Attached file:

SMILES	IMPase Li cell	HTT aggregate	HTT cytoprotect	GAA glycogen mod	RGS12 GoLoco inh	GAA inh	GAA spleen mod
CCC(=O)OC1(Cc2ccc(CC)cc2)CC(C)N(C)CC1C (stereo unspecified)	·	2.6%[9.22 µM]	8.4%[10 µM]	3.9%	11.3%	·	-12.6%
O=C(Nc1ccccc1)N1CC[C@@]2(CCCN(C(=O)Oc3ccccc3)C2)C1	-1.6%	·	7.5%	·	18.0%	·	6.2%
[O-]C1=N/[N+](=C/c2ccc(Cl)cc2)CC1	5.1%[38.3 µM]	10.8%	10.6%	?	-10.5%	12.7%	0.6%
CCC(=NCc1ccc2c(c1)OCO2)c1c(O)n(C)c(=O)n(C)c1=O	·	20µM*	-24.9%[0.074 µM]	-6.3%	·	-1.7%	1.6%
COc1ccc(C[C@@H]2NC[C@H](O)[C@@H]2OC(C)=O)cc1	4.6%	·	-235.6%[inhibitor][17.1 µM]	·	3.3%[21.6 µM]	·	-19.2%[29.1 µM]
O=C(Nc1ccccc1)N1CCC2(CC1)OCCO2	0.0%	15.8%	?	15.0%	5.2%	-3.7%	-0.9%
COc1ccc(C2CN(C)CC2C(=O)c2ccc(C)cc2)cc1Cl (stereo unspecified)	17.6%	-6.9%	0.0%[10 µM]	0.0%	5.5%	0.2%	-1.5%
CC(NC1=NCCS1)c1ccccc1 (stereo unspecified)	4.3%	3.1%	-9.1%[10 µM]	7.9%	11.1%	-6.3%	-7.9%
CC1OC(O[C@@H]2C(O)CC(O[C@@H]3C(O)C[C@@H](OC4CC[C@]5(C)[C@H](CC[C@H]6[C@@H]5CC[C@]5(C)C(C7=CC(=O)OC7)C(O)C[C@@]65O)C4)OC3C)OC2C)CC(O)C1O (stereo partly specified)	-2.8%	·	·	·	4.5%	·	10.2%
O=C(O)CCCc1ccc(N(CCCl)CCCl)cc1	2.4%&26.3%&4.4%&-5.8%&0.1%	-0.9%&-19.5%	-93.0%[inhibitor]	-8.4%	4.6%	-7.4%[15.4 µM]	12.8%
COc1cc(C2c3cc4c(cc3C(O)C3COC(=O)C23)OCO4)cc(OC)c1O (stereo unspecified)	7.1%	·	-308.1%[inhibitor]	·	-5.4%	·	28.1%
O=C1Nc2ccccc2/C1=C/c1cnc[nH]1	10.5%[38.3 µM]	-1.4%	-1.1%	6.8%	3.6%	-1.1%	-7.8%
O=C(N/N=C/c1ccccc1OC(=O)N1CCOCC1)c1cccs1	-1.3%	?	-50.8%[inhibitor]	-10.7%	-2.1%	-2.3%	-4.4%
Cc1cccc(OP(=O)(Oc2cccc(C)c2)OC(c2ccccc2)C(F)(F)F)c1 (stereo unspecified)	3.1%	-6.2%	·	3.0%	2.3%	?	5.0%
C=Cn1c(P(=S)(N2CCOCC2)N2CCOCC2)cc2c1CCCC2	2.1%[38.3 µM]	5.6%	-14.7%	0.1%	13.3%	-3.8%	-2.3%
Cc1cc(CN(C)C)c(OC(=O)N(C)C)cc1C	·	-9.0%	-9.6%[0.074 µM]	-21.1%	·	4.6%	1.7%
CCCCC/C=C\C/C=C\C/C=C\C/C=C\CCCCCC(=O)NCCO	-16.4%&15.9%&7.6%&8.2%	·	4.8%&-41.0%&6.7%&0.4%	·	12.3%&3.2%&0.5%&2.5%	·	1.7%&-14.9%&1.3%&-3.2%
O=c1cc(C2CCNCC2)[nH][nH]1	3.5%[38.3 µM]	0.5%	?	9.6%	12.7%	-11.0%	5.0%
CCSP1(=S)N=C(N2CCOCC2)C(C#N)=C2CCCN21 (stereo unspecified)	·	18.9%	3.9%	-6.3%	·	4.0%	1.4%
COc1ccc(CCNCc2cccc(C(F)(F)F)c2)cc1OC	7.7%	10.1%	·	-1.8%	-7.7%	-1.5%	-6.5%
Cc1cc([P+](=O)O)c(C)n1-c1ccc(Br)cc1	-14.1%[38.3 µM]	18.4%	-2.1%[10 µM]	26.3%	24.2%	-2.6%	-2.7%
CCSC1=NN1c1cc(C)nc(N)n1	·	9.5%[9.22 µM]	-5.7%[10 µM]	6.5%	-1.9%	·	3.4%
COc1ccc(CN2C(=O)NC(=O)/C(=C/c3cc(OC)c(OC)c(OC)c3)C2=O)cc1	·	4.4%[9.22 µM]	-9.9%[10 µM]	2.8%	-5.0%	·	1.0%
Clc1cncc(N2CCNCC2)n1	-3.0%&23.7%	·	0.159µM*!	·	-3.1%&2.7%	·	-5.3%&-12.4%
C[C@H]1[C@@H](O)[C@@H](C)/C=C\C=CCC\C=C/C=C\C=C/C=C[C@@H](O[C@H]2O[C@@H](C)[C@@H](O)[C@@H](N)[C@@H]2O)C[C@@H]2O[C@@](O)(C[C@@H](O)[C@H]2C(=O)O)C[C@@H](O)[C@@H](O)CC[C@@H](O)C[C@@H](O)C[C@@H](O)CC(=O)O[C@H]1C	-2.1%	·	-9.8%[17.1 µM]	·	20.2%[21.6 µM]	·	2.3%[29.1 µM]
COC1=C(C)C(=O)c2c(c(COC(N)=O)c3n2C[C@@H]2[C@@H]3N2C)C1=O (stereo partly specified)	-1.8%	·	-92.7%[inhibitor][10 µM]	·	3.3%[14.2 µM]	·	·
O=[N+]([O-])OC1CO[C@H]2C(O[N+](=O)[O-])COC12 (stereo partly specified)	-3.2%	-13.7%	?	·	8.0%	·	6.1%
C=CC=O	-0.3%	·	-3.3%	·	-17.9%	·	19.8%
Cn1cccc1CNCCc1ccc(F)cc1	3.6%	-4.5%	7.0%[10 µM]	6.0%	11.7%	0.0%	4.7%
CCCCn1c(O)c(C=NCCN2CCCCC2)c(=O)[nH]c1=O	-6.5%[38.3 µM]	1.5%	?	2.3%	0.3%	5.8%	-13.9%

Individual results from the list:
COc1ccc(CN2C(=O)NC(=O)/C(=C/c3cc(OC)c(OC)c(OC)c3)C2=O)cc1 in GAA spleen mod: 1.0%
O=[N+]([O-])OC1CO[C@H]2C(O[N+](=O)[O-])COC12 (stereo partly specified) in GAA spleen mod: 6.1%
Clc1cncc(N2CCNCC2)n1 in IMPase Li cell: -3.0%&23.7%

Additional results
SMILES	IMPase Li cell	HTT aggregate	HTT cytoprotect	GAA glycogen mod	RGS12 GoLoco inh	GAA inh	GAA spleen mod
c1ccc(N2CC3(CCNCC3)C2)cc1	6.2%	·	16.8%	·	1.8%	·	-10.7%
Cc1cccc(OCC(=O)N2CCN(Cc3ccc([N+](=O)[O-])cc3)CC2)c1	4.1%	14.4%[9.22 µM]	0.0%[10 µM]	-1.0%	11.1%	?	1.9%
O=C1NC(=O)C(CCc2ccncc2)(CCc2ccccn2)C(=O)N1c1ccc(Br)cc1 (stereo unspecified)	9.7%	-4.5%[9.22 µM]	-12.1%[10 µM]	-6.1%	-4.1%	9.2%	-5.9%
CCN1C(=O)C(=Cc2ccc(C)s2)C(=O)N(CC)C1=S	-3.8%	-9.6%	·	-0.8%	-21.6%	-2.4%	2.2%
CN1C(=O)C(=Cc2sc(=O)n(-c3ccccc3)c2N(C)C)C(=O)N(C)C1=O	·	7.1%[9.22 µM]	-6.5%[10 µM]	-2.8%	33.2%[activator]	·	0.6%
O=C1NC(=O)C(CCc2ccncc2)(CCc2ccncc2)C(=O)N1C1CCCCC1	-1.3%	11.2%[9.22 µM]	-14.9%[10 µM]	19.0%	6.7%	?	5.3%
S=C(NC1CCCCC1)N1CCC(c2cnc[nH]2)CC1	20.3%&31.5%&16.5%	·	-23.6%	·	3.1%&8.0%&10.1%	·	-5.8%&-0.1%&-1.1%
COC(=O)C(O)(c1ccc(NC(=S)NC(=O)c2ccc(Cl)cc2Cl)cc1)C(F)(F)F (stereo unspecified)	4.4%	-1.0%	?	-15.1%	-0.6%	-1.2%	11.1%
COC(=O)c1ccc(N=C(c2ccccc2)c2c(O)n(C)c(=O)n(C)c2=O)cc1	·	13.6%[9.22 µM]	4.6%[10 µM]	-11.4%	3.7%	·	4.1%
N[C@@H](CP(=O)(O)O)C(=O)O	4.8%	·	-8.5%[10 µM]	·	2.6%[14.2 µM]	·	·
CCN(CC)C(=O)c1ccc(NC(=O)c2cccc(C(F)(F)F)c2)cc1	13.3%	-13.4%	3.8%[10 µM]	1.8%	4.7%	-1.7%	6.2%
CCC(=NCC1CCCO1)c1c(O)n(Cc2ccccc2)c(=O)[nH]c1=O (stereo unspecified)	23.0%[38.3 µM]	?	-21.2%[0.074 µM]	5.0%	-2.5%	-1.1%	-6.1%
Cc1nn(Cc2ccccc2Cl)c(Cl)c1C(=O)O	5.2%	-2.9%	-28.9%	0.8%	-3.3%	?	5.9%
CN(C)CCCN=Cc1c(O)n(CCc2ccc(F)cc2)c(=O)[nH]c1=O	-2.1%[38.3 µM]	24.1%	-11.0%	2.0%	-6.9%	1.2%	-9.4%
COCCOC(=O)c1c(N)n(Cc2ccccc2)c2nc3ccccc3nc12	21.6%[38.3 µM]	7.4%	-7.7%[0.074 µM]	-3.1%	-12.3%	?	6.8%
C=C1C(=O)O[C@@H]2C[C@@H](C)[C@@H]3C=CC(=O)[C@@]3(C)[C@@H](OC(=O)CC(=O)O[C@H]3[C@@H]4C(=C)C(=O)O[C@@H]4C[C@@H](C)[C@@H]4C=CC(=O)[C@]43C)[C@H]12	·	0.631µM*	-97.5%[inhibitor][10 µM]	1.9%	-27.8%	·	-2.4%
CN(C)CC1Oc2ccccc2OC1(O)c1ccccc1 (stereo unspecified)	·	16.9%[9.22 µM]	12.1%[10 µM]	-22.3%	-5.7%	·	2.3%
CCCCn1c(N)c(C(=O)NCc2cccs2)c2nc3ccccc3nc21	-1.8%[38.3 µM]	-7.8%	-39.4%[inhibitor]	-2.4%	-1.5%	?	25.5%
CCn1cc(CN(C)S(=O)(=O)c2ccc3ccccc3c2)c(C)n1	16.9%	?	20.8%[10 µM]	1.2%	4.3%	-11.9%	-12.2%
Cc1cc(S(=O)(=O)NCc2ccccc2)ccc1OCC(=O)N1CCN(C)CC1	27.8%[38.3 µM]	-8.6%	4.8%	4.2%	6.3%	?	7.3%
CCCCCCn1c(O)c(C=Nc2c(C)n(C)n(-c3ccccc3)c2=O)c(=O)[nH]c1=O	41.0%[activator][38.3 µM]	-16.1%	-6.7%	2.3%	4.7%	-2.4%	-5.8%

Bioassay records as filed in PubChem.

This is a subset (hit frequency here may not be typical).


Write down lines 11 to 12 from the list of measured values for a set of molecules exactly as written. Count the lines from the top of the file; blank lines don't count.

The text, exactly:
O=C(O)CCCc1ccc(N(CCCl)CCCl)cc1	2.4%&26.3%&4.4%&-5.8%&0.1%	-0.9%&-19.5%	-93.0%[inhibitor]	-8.4%	4.6%	-7.4%[15.4 µM]	12.8%
COc1cc(C2c3cc4c(cc3C(O)C3COC(=O)C23)OCO4)cc(OC)c1O (stereo unspecified)	7.1%	·	-308.1%[inhibitor]	·	-5.4%	·	28.1%